Histopathological Evaluation

Paraffin-embedded blocks and hematoxylin and eosin-stained preparations were evaluated by an experienced dermatopathologist, who was blinded to the clinical data of the cases.

Histopathological evaluation involved the assessment of epidermal changes, atypical lymphocytic infiltration, dermal fibrosis, localization of dermal infiltration, loss of CD7, and expression of CD30. Immunohistochemical evaluations involved CD3, CD4, CD8, CD7, CD30, and CD34 antibody staining.

Immunohistochemical Evaluation

Four micrometer-thick sections were prepared from paraffin-embedded blocks and then stained with CD3 antibody (clone: 2GV6, Ventana Medical Systems), CD4 antibody (clone: SP35, Ventana Medical Systems), CD8 antibody (clone: SP57, Ventana Medical Systems), CD7 antibody (clone: SP94, Ventana MedicalSystems) and CD30 antibody (clone: Ber-H2, Ventana Medical Systems) for diagnostic purposes and stained with CD34 (clone: Qend/10 Cell Marque) for visualization of dermal microvessels. For secondary imaging, the Standard UltraView IHC Protocol was applied and a Roche/UltraView Universal DAB Detection Kit was used; all operations were performed on a ROCHE/Ventana BenchMark XT IHC Stainer device.

CD34 expression was observed in the cytoplasm and cell membrane of the endothelial cells of dermal microvessels. Since lymphatic/vascular endothelium differentiation was not possible, structures with unidentifiable lumens or weak cytoplasmic staining (such as fibroblasts) were excluded from the counting. Counting was performed manually and comparisons were made with H&E stained preparations when necessary. All slides were initially scanned at low power magnification (×40) to identify the hot spot areas (areas showing the greatest degree of CD34 staining). Vascular structures stained with CD34 were counted in these areas at x200 magnification (0.95 mm 2 ). Three non- overlapping hot spot areas were examined (2.85 mm 2 ) and the areas with the highest microvascularity and the sum of the number of microvessels in these three areas were determined. Moreover, CD30 expressing cells were identified among the lymphoid cells in the lesion area.

Statistical Analysis

Statistical analysis was performed using SPSS version 23.0. The conformity of the variables to the normal distribution was evaluated using the Kolmogorov–Smirnov/Shapiro–Wilk test. Independent sample t-test and Mann–Whitney U test were used to compare the normally and non-normally distributed variables of the two groups. The categorical variables were analyzed using chi-square (exact) test. The Bonferroni multiple comparison test was used to determine the significant difference between the groups. ROC analysis was performed to determine the threshold value for MF. A P value less than 0.05 indicated statistical significance.


This study included 59 patients, of whom 47.5% had MF and 52.5% had SPP. Of the MF and SPP patients, 39.3% and 48.4% were women, respectively. For the MF patients, the mean age at diagnosis was 55.2±13.2 years, the age of lesion onset was 47.6±13.3 years, and the mean time to diagnosis was 78.9±100.1 months. For the SPP patients, the mean age of lesion onset was 48.1±17.4 years. The total number of biopsies taken was significantly higher in MF (5/patient) than in SPP (2.5/patient) (P < 0.05). The follow-up period was also longer in the MF patients (71.1±72 months) than in the SPP patients (27±39 months) (P < 0.05). Of the MF patients, 82.2% are in stage 1A at the time of diagnosis.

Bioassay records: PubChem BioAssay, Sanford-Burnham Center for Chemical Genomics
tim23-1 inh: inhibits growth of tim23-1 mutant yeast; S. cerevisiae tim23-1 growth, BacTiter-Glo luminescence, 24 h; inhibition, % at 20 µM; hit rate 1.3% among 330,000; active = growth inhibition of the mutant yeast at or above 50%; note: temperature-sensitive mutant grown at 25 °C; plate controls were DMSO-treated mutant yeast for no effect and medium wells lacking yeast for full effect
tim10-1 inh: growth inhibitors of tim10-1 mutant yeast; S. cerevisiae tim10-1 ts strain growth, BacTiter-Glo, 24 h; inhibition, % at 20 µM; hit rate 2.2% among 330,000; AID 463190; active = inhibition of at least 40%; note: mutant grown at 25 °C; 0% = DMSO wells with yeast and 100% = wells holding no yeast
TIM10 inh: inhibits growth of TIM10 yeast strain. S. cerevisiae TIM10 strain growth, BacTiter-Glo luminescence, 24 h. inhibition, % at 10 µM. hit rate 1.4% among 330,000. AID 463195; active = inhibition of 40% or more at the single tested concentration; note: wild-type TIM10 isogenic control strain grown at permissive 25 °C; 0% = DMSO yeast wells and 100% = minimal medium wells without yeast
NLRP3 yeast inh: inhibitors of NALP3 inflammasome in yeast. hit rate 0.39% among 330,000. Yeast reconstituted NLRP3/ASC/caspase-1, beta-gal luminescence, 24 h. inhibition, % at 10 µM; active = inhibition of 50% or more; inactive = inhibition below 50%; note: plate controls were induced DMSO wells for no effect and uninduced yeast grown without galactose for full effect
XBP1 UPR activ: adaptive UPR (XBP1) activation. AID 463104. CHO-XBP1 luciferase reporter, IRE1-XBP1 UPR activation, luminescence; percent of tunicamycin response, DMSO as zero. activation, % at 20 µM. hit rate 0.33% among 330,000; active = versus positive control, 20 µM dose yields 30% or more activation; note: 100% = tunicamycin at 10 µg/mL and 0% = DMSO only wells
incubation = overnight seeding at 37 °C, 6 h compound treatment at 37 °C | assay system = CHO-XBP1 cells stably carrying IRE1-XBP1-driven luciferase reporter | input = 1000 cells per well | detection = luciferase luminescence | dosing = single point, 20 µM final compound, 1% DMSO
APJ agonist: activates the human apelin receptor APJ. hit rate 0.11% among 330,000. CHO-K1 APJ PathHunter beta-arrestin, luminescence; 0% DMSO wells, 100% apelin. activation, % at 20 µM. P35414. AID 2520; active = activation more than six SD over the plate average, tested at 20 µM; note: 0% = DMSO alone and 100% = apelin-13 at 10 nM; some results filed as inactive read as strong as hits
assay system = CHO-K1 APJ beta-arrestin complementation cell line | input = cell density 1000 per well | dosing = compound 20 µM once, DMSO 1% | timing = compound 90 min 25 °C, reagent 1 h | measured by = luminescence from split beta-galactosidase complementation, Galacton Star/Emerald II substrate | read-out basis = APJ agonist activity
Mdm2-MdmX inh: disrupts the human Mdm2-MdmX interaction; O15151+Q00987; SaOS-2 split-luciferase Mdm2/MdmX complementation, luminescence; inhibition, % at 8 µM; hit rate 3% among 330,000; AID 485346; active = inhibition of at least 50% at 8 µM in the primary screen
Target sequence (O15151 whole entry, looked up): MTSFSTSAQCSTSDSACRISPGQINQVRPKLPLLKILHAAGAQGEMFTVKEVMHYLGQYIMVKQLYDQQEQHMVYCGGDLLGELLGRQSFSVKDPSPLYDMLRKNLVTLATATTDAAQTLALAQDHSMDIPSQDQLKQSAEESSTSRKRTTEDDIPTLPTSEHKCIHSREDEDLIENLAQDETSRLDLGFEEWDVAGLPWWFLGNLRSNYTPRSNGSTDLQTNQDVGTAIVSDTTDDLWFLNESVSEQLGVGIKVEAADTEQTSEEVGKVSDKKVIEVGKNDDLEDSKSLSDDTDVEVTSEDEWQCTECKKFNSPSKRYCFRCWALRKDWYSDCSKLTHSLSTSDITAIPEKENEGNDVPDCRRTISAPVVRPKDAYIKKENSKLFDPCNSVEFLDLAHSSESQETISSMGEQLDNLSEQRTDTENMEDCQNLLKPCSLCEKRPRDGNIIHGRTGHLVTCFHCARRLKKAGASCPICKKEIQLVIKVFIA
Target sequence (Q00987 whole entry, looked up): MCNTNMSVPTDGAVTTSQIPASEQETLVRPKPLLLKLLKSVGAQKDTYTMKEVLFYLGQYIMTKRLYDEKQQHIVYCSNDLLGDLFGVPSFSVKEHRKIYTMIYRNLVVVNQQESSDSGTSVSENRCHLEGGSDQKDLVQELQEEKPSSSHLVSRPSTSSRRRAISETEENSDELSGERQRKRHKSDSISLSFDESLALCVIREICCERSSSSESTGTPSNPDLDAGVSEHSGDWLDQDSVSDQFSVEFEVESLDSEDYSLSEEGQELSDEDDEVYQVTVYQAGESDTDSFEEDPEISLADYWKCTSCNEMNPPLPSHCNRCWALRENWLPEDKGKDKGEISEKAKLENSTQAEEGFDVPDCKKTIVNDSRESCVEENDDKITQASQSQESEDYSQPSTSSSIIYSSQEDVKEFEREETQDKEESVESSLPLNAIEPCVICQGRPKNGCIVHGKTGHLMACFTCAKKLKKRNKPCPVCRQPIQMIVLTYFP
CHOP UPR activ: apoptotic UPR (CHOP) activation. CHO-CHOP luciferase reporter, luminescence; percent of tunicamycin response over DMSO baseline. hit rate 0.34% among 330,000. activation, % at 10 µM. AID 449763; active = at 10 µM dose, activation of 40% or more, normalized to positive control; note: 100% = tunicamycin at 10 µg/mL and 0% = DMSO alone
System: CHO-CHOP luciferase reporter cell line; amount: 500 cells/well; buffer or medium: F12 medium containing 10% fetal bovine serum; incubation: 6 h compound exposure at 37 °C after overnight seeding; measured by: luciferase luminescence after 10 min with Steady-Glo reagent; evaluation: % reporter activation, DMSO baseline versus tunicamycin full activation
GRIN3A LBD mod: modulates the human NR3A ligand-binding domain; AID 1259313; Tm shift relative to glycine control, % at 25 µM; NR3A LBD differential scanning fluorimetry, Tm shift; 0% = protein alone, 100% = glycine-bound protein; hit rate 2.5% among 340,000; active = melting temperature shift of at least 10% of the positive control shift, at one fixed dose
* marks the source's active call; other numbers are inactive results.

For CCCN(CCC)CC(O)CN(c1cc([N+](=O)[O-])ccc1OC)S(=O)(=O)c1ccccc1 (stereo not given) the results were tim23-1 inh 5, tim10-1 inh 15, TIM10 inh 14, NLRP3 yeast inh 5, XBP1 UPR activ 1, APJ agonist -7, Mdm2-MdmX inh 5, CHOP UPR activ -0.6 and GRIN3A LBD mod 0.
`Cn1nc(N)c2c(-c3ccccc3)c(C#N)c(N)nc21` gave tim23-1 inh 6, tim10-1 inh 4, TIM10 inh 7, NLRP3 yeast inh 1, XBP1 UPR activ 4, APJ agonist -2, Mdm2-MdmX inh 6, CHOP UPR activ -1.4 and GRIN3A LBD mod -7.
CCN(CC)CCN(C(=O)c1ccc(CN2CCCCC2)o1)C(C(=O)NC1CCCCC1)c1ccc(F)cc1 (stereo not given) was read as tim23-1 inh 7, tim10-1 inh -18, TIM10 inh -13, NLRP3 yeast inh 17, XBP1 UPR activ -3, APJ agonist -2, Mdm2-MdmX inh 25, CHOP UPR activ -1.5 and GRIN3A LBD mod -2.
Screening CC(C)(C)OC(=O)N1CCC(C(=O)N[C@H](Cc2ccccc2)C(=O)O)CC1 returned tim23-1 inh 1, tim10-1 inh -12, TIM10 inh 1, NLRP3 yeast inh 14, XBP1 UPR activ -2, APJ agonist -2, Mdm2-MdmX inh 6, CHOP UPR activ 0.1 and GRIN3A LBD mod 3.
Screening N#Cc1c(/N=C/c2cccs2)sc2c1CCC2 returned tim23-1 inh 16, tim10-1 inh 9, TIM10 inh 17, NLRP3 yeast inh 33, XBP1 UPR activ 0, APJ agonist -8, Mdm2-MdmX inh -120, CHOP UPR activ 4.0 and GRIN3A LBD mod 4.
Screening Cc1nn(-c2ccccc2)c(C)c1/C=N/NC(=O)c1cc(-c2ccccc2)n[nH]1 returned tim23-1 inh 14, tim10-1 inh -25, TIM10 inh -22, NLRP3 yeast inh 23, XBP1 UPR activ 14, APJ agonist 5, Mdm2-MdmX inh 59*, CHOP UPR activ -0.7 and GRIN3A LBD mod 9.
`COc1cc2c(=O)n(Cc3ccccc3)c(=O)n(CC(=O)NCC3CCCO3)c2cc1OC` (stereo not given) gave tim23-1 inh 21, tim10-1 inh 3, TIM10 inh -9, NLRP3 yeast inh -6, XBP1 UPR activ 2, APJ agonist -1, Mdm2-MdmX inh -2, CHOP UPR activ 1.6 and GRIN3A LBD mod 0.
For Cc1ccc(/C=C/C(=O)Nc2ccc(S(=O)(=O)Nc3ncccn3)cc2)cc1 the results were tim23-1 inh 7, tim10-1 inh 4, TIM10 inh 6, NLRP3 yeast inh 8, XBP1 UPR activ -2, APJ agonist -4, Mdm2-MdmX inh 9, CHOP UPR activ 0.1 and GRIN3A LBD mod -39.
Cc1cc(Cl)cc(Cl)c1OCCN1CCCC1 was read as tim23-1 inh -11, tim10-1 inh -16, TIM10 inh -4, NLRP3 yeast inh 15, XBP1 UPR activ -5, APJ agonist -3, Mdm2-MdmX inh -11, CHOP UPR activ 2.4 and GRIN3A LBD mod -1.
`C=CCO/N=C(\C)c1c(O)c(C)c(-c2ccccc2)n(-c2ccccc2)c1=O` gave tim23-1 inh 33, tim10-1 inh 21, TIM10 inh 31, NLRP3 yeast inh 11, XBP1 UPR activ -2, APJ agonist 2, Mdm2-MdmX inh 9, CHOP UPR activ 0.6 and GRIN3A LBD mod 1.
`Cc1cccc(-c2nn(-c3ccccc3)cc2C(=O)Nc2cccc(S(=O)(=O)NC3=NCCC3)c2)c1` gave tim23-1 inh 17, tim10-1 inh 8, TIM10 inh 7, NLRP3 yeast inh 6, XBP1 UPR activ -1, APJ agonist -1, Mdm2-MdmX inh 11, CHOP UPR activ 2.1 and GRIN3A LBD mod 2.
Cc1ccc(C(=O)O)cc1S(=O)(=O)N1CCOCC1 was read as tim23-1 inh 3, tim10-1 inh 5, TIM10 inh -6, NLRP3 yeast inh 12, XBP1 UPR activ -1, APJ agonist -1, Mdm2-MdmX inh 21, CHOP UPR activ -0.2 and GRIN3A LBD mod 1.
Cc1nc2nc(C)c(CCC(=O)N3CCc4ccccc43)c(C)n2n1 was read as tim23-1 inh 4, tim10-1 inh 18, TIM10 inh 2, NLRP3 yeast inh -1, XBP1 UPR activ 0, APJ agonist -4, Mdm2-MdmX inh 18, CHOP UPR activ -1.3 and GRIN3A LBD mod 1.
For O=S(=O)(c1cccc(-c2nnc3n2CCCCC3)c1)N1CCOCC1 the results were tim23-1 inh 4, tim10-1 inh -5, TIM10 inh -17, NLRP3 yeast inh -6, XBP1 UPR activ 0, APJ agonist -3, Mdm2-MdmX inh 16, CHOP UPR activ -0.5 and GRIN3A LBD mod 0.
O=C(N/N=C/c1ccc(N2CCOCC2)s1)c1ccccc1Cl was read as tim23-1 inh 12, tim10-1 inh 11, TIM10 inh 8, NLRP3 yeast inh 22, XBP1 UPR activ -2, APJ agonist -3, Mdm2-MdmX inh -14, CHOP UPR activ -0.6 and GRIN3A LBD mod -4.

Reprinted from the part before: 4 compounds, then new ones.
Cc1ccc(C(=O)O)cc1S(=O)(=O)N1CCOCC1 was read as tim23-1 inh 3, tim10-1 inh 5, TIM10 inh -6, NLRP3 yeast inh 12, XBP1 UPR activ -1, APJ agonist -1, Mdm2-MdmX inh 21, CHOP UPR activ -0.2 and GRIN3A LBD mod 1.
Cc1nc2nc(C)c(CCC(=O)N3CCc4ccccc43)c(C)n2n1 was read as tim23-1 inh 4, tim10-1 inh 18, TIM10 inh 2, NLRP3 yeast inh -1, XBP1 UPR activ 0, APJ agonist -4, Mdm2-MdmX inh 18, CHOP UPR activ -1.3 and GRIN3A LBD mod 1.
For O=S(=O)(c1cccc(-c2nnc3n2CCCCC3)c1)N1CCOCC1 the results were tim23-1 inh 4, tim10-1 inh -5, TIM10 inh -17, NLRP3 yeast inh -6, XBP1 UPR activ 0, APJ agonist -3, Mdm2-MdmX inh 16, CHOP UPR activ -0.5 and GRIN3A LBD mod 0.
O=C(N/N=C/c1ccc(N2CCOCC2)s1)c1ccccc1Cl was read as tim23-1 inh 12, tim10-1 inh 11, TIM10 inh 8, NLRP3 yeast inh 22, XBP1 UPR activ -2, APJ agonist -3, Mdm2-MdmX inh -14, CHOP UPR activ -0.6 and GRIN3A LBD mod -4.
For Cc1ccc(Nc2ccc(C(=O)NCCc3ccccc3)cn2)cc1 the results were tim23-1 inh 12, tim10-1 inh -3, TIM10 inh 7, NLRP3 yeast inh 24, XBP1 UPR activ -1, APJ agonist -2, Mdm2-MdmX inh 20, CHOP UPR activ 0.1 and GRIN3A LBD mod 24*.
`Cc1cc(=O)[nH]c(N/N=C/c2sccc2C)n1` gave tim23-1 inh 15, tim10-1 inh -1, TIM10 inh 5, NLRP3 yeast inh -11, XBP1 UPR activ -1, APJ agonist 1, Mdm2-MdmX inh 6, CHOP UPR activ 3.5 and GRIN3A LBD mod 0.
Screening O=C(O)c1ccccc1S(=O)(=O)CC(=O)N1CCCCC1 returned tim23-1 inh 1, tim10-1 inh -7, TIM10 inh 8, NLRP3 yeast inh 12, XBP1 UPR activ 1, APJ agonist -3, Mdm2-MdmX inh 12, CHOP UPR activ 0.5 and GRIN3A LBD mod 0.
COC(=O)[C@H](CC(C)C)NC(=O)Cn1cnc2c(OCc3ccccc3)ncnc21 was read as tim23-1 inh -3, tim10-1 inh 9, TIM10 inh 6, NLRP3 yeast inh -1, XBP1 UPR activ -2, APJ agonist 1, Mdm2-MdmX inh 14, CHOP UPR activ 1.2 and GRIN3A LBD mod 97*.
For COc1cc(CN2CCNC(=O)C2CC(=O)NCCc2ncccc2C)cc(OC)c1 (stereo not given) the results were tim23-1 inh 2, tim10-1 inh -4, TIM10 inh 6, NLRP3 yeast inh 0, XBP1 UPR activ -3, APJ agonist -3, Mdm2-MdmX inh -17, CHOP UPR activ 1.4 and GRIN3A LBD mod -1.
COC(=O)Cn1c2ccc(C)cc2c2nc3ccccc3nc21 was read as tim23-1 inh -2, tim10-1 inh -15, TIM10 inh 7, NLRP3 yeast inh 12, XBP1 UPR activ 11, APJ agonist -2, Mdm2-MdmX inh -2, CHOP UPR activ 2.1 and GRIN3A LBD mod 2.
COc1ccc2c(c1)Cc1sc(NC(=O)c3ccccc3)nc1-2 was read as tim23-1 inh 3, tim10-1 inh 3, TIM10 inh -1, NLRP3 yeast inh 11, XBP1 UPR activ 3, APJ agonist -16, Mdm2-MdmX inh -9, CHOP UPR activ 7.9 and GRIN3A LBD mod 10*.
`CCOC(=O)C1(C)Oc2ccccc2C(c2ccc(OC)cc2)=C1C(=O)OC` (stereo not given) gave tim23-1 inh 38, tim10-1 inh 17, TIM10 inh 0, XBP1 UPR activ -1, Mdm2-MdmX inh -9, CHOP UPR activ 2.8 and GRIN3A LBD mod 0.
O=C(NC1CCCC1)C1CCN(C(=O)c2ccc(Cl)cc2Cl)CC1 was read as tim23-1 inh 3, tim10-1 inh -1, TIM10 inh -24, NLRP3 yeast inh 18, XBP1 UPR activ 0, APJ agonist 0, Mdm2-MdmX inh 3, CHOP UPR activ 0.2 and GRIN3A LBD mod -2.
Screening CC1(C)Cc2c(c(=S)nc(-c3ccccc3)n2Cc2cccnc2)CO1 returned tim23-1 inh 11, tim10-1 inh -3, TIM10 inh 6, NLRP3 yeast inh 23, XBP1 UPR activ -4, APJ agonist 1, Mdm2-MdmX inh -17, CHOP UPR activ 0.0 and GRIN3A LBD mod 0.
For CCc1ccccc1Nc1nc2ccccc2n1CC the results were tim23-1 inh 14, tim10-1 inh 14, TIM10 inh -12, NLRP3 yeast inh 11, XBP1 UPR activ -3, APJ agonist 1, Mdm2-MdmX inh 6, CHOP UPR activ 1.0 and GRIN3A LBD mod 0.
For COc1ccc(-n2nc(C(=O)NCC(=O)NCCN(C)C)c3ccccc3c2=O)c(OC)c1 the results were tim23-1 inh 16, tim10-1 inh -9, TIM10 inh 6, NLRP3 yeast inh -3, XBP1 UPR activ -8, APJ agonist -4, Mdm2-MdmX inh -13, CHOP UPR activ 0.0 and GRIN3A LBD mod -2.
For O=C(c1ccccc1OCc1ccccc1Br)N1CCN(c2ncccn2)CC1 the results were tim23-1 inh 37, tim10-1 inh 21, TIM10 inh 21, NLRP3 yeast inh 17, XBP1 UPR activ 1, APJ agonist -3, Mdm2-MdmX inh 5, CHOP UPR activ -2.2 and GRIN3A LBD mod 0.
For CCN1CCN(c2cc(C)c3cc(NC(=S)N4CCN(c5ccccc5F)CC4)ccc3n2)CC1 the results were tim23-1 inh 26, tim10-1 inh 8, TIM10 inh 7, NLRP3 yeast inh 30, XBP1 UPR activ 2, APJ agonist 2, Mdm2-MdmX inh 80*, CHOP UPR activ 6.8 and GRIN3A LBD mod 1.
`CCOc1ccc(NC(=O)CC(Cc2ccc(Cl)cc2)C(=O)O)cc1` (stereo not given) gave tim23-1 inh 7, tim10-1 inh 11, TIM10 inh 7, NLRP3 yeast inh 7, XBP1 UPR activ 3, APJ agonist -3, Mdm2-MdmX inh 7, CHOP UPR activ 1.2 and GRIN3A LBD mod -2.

The demographic and clinical data of the patients are summarized in Table 1 .

Dermatoscopy and Lesional Capillaroscopy

Short linear vessels were observed in 85.7% of the MF patients, and 39.2% of them had short linear vessels covering >50% of the lesion (P = 0.001). Among the SPP patients, 45.1% had short linear vessels and proportionally only 9.6% of them had vessels covering >50% of the lesion (P = 0.002). Linear curved vessels were found in 53.5% and 19.3% of the MF and SPP patients (P = 0.006), respectively, and they were proportionally present in >50% of the lesion in 35.7% and 16.1% of the MF and SPP patients (P = 0.018), respectively. Dotted vessels were frequently observed in MF and SPP, and no difference was found between the two diseases. Branching linear vessels were found in 39.2% of the MF cases and rarely did they cover >50% of the lesions (7.1%). In SPP, branching linear vessels were found only in 12.9% of the lesions, and only 3.2% of these cases had the vessels covering >50% of the entire lesion (P = 0.040). While a peripheral, uniform, clustered, or non-specific vascularity pattern was rarely absent in most MF patients (7.1%), a vascularity pattern was often not observed in SPP patients (38.7%) (P = 0.026). Moreover, patchy, orange-colored areas were larger in the MF patients (82.1%) than in the SPP patients (48.4%), and purple coloration was more frequently observed in the MF patients than in the SPP patients (P = 0.024). No significant difference was observed between the groups in terms of purpuric area, presence of scale, localization of scale, follicular findings, or in the other variables included in Table 2 (P > 0.05) ( Table 2 and Figure 1 ).